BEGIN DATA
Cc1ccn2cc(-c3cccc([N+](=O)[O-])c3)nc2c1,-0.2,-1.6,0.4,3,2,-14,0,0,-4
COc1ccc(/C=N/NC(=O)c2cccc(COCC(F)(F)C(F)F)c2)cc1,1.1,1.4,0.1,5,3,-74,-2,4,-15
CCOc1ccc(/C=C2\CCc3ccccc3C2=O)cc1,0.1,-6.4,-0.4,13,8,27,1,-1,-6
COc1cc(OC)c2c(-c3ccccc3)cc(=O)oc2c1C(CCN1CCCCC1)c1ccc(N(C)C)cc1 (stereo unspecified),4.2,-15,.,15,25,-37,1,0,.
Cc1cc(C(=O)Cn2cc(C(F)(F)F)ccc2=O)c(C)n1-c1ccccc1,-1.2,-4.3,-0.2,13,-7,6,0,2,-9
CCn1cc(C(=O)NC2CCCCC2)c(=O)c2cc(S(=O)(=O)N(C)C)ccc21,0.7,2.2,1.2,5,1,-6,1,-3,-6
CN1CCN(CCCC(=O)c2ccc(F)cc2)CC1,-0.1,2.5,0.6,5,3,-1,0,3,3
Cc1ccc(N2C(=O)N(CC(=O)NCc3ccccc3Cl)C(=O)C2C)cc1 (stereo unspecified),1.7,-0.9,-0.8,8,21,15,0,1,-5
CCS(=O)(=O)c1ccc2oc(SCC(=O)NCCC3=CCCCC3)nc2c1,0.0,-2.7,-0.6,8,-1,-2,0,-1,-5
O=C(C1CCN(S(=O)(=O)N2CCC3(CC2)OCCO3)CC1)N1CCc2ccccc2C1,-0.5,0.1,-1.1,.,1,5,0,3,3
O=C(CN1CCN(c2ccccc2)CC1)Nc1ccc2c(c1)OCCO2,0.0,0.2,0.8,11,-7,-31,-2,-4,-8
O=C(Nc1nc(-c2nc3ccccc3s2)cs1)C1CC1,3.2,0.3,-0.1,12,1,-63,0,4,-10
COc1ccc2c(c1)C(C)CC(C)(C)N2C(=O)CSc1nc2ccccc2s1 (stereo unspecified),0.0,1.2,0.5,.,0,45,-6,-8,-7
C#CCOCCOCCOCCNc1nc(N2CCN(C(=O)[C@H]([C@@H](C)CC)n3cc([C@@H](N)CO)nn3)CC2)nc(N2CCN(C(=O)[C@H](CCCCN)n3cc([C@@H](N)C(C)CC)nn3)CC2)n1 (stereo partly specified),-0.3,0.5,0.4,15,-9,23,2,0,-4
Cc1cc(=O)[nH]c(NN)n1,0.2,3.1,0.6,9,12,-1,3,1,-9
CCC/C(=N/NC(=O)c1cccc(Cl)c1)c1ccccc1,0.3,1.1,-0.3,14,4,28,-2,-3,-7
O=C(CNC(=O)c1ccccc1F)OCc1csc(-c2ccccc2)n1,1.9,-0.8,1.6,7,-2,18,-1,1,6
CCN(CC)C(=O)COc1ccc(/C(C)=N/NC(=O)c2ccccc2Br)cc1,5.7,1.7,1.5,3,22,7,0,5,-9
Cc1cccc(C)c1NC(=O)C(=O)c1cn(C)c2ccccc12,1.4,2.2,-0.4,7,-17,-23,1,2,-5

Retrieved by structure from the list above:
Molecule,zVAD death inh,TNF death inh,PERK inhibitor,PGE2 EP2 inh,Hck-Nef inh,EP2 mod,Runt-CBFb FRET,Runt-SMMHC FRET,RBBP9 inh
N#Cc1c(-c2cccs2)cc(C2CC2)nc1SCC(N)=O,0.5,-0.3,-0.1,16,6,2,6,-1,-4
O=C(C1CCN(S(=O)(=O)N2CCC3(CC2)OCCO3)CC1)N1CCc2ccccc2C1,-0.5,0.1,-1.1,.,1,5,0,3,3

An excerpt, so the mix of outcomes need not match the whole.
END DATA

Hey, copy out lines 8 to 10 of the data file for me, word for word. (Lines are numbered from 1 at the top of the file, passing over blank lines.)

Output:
Cc1ccc(N2C(=O)N(CC(=O)NCc3ccccc3Cl)C(=O)C2C)cc1 (stereo unspecified),1.7,-0.9,-0.8,8,21,15,0,1,-5
CCS(=O)(=O)c1ccc2oc(SCC(=O)NCCC3=CCCCC3)nc2c1,0.0,-2.7,-0.6,8,-1,-2,0,-1,-5
O=C(C1CCN(S(=O)(=O)N2CCC3(CC2)OCCO3)CC1)N1CCc2ccccc2C1,-0.5,0.1,-1.1,.,1,5,0,3,3